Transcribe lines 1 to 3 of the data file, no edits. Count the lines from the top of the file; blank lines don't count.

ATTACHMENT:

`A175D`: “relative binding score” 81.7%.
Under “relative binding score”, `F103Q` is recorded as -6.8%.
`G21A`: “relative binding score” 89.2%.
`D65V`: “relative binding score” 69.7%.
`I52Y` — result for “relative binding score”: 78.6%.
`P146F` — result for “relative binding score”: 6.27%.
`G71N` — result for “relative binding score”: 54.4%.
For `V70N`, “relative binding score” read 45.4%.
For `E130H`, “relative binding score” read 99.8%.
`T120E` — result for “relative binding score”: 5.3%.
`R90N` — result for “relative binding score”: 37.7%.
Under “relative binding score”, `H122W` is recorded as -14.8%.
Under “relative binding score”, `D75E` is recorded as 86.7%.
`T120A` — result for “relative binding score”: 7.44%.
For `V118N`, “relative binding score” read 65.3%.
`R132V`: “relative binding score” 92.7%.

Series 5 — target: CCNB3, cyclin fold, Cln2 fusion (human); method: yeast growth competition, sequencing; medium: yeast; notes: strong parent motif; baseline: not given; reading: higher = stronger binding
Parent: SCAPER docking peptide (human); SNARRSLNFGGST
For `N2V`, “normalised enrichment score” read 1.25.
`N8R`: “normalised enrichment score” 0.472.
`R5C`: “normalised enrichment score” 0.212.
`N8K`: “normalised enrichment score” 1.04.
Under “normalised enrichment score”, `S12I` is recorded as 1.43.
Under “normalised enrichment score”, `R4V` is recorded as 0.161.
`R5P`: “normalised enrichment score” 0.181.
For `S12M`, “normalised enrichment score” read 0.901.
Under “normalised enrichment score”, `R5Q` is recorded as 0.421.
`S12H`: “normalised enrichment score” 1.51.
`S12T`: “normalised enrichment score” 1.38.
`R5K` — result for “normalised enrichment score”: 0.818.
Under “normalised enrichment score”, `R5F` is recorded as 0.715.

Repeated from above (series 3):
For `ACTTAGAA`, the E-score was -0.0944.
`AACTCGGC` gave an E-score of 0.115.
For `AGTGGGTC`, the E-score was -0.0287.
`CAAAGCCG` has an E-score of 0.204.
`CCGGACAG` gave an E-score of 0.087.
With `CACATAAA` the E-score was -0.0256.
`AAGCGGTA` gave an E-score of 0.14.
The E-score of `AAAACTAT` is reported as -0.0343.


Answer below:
`A175D`: “relative binding score” 81.7%.
Under “relative binding score”, `F103Q` is recorded as -6.8%.
`G21A`: “relative binding score” 89.2%.